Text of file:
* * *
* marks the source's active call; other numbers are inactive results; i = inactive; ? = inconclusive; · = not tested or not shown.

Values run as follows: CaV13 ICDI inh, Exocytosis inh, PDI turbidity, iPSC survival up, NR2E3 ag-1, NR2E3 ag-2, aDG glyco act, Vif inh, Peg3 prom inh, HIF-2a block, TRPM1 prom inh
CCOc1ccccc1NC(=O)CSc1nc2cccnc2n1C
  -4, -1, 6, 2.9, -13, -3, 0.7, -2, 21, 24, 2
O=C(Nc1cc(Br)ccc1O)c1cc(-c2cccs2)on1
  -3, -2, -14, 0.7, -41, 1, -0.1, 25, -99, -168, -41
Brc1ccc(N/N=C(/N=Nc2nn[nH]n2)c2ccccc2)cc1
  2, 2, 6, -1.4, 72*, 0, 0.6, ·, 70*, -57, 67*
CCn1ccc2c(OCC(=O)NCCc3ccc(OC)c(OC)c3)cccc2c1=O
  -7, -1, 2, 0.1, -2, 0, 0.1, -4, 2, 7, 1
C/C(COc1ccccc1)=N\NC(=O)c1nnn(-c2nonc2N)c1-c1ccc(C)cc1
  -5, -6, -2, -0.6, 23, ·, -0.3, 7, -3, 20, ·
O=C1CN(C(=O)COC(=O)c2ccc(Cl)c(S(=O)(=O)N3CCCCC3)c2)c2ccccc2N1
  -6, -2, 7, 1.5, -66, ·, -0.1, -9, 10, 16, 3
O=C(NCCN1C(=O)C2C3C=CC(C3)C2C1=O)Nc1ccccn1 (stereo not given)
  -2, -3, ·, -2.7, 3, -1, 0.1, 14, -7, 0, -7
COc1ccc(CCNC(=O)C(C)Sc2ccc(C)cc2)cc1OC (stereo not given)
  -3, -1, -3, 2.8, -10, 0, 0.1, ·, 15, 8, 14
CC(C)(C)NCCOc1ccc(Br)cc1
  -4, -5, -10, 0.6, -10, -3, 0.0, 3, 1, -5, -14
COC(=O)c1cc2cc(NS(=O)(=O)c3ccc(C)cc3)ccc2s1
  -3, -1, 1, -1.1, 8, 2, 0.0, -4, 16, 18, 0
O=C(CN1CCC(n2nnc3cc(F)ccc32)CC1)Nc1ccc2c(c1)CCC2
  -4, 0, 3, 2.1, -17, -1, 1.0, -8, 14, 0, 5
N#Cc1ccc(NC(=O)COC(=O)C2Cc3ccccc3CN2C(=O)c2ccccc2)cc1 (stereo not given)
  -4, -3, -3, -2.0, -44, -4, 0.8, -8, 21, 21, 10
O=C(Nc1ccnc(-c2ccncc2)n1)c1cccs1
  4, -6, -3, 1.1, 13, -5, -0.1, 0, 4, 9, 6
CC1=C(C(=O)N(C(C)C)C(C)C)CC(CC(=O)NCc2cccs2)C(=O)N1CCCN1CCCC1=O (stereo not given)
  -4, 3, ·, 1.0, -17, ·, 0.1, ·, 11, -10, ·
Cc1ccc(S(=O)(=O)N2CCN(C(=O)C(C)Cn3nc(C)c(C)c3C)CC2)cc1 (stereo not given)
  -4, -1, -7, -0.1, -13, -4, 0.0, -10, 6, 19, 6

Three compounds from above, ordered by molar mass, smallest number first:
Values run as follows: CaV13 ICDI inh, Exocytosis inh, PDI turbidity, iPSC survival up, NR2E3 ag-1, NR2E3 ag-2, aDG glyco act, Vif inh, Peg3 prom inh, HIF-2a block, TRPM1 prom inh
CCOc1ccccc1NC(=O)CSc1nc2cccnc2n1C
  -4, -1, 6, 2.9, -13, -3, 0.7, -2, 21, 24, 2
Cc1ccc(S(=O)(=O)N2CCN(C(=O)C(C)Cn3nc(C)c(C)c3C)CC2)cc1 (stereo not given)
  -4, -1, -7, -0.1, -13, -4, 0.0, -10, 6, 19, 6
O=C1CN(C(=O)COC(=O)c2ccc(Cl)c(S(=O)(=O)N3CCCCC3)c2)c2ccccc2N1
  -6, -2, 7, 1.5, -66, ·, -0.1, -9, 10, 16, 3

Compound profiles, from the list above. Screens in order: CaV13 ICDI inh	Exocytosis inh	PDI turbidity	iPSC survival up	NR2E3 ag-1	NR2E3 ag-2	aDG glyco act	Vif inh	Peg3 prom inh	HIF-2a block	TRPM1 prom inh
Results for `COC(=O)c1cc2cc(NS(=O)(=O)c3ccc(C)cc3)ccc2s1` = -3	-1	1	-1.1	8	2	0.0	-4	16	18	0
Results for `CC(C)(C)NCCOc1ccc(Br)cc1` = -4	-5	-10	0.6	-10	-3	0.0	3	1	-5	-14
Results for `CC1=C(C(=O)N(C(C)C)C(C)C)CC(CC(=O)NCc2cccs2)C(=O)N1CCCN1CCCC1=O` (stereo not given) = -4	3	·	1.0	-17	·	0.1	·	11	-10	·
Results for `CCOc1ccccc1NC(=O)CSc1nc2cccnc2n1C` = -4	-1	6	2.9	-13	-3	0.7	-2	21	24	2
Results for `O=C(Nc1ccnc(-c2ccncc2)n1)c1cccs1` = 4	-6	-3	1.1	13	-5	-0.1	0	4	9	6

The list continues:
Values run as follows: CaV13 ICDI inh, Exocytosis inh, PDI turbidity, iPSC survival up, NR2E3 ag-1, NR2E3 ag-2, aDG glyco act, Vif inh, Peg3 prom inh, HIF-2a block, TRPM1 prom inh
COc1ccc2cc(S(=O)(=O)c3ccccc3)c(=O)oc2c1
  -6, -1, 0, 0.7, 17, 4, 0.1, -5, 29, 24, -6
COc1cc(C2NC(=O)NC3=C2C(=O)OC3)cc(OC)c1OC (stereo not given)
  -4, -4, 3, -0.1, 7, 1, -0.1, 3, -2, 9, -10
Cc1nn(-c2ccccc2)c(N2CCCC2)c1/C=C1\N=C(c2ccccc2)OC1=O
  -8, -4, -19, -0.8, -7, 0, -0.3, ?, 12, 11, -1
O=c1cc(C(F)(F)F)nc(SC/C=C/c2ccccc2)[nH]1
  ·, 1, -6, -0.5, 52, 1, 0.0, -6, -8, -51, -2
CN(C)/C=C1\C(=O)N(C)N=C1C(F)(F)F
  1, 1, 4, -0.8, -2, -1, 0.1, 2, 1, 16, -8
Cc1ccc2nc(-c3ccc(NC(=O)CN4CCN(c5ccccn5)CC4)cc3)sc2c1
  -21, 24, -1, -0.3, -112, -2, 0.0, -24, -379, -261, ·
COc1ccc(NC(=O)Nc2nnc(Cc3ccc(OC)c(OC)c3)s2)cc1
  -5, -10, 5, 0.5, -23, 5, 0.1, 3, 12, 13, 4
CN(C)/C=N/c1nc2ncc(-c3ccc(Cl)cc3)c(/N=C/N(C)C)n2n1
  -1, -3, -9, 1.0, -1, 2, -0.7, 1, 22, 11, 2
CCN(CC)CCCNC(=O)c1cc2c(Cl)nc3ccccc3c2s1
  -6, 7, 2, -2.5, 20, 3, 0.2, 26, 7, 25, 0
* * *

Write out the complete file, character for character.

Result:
* marks the source's active call; other numbers are inactive results; i = inactive; ? = inconclusive; · = not tested or not shown.

Values run as follows: CaV13 ICDI inh, Exocytosis inh, PDI turbidity, iPSC survival up, NR2E3 ag-1, NR2E3 ag-2, aDG glyco act, Vif inh, Peg3 prom inh, HIF-2a block, TRPM1 prom inh
CCOc1ccccc1NC(=O)CSc1nc2cccnc2n1C
  -4, -1, 6, 2.9, -13, -3, 0.7, -2, 21, 24, 2
O=C(Nc1cc(Br)ccc1O)c1cc(-c2cccs2)on1
  -3, -2, -14, 0.7, -41, 1, -0.1, 25, -99, -168, -41
Brc1ccc(N/N=C(/N=Nc2nn[nH]n2)c2ccccc2)cc1
  2, 2, 6, -1.4, 72*, 0, 0.6, ·, 70*, -57, 67*
CCn1ccc2c(OCC(=O)NCCc3ccc(OC)c(OC)c3)cccc2c1=O
  -7, -1, 2, 0.1, -2, 0, 0.1, -4, 2, 7, 1
C/C(COc1ccccc1)=N\NC(=O)c1nnn(-c2nonc2N)c1-c1ccc(C)cc1
  -5, -6, -2, -0.6, 23, ·, -0.3, 7, -3, 20, ·
O=C1CN(C(=O)COC(=O)c2ccc(Cl)c(S(=O)(=O)N3CCCCC3)c2)c2ccccc2N1
  -6, -2, 7, 1.5, -66, ·, -0.1, -9, 10, 16, 3
O=C(NCCN1C(=O)C2C3C=CC(C3)C2C1=O)Nc1ccccn1 (stereo not given)
  -2, -3, ·, -2.7, 3, -1, 0.1, 14, -7, 0, -7
COc1ccc(CCNC(=O)C(C)Sc2ccc(C)cc2)cc1OC (stereo not given)
  -3, -1, -3, 2.8, -10, 0, 0.1, ·, 15, 8, 14
CC(C)(C)NCCOc1ccc(Br)cc1
  -4, -5, -10, 0.6, -10, -3, 0.0, 3, 1, -5, -14
COC(=O)c1cc2cc(NS(=O)(=O)c3ccc(C)cc3)ccc2s1
  -3, -1, 1, -1.1, 8, 2, 0.0, -4, 16, 18, 0
O=C(CN1CCC(n2nnc3cc(F)ccc32)CC1)Nc1ccc2c(c1)CCC2
  -4, 0, 3, 2.1, -17, -1, 1.0, -8, 14, 0, 5
N#Cc1ccc(NC(=O)COC(=O)C2Cc3ccccc3CN2C(=O)c2ccccc2)cc1 (stereo not given)
  -4, -3, -3, -2.0, -44, -4, 0.8, -8, 21, 21, 10
O=C(Nc1ccnc(-c2ccncc2)n1)c1cccs1
  4, -6, -3, 1.1, 13, -5, -0.1, 0, 4, 9, 6
CC1=C(C(=O)N(C(C)C)C(C)C)CC(CC(=O)NCc2cccs2)C(=O)N1CCCN1CCCC1=O (stereo not given)
  -4, 3, ·, 1.0, -17, ·, 0.1, ·, 11, -10, ·
Cc1ccc(S(=O)(=O)N2CCN(C(=O)C(C)Cn3nc(C)c(C)c3C)CC2)cc1 (stereo not given)
  -4, -1, -7, -0.1, -13, -4, 0.0, -10, 6, 19, 6

Three compounds from above, ordered by molar mass, smallest number first:
Values run as follows: CaV13 ICDI inh, Exocytosis inh, PDI turbidity, iPSC survival up, NR2E3 ag-1, NR2E3 ag-2, aDG glyco act, Vif inh, Peg3 prom inh, HIF-2a block, TRPM1 prom inh
CCOc1ccccc1NC(=O)CSc1nc2cccnc2n1C
  -4, -1, 6, 2.9, -13, -3, 0.7, -2, 21, 24, 2
Cc1ccc(S(=O)(=O)N2CCN(C(=O)C(C)Cn3nc(C)c(C)c3C)CC2)cc1 (stereo not given)
  -4, -1, -7, -0.1, -13, -4, 0.0, -10, 6, 19, 6
O=C1CN(C(=O)COC(=O)c2ccc(Cl)c(S(=O)(=O)N3CCCCC3)c2)c2ccccc2N1
  -6, -2, 7, 1.5, -66, ·, -0.1, -9, 10, 16, 3

Compound profiles, from the list above. Screens in order: CaV13 ICDI inh	Exocytosis inh	PDI turbidity	iPSC survival up	NR2E3 ag-1	NR2E3 ag-2	aDG glyco act	Vif inh	Peg3 prom inh	HIF-2a block	TRPM1 prom inh
Results for `COC(=O)c1cc2cc(NS(=O)(=O)c3ccc(C)cc3)ccc2s1` = -3	-1	1	-1.1	8	2	0.0	-4	16	18	0
Results for `CC(C)(C)NCCOc1ccc(Br)cc1` = -4	-5	-10	0.6	-10	-3	0.0	3	1	-5	-14
Results for `CC1=C(C(=O)N(C(C)C)C(C)C)CC(CC(=O)NCc2cccs2)C(=O)N1CCCN1CCCC1=O` (stereo not given) = -4	3	·	1.0	-17	·	0.1	·	11	-10	·
Results for `CCOc1ccccc1NC(=O)CSc1nc2cccnc2n1C` = -4	-1	6	2.9	-13	-3	0.7	-2	21	24	2
Results for `O=C(Nc1ccnc(-c2ccncc2)n1)c1cccs1` = 4	-6	-3	1.1	13	-5	-0.1	0	4	9	6

The list continues:
Values run as follows: CaV13 ICDI inh, Exocytosis inh, PDI turbidity, iPSC survival up, NR2E3 ag-1, NR2E3 ag-2, aDG glyco act, Vif inh, Peg3 prom inh, HIF-2a block, TRPM1 prom inh
COc1ccc2cc(S(=O)(=O)c3ccccc3)c(=O)oc2c1
  -6, -1, 0, 0.7, 17, 4, 0.1, -5, 29, 24, -6
COc1cc(C2NC(=O)NC3=C2C(=O)OC3)cc(OC)c1OC (stereo not given)
  -4, -4, 3, -0.1, 7, 1, -0.1, 3, -2, 9, -10
Cc1nn(-c2ccccc2)c(N2CCCC2)c1/C=C1\N=C(c2ccccc2)OC1=O
  -8, -4, -19, -0.8, -7, 0, -0.3, ?, 12, 11, -1
O=c1cc(C(F)(F)F)nc(SC/C=C/c2ccccc2)[nH]1
  ·, 1, -6, -0.5, 52, 1, 0.0, -6, -8, -51, -2
CN(C)/C=C1\C(=O)N(C)N=C1C(F)(F)F
  1, 1, 4, -0.8, -2, -1, 0.1, 2, 1, 16, -8
Cc1ccc2nc(-c3ccc(NC(=O)CN4CCN(c5ccccn5)CC4)cc3)sc2c1
  -21, 24, -1, -0.3, -112, -2, 0.0, -24, -379, -261, ·
COc1ccc(NC(=O)Nc2nnc(Cc3ccc(OC)c(OC)c3)s2)cc1
  -5, -10, 5, 0.5, -23, 5, 0.1, 3, 12, 13, 4
CN(C)/C=N/c1nc2ncc(-c3ccc(Cl)cc3)c(/N=C/N(C)C)n2n1
  -1, -3, -9, 1.0, -1, 2, -0.7, 1, 22, 11, 2
CCN(CC)CCCNC(=O)c1cc2c(Cl)nc3ccccc3c2s1
  -6, 7, 2, -2.5, 20, 3, 0.2, 26, 7, 25, 0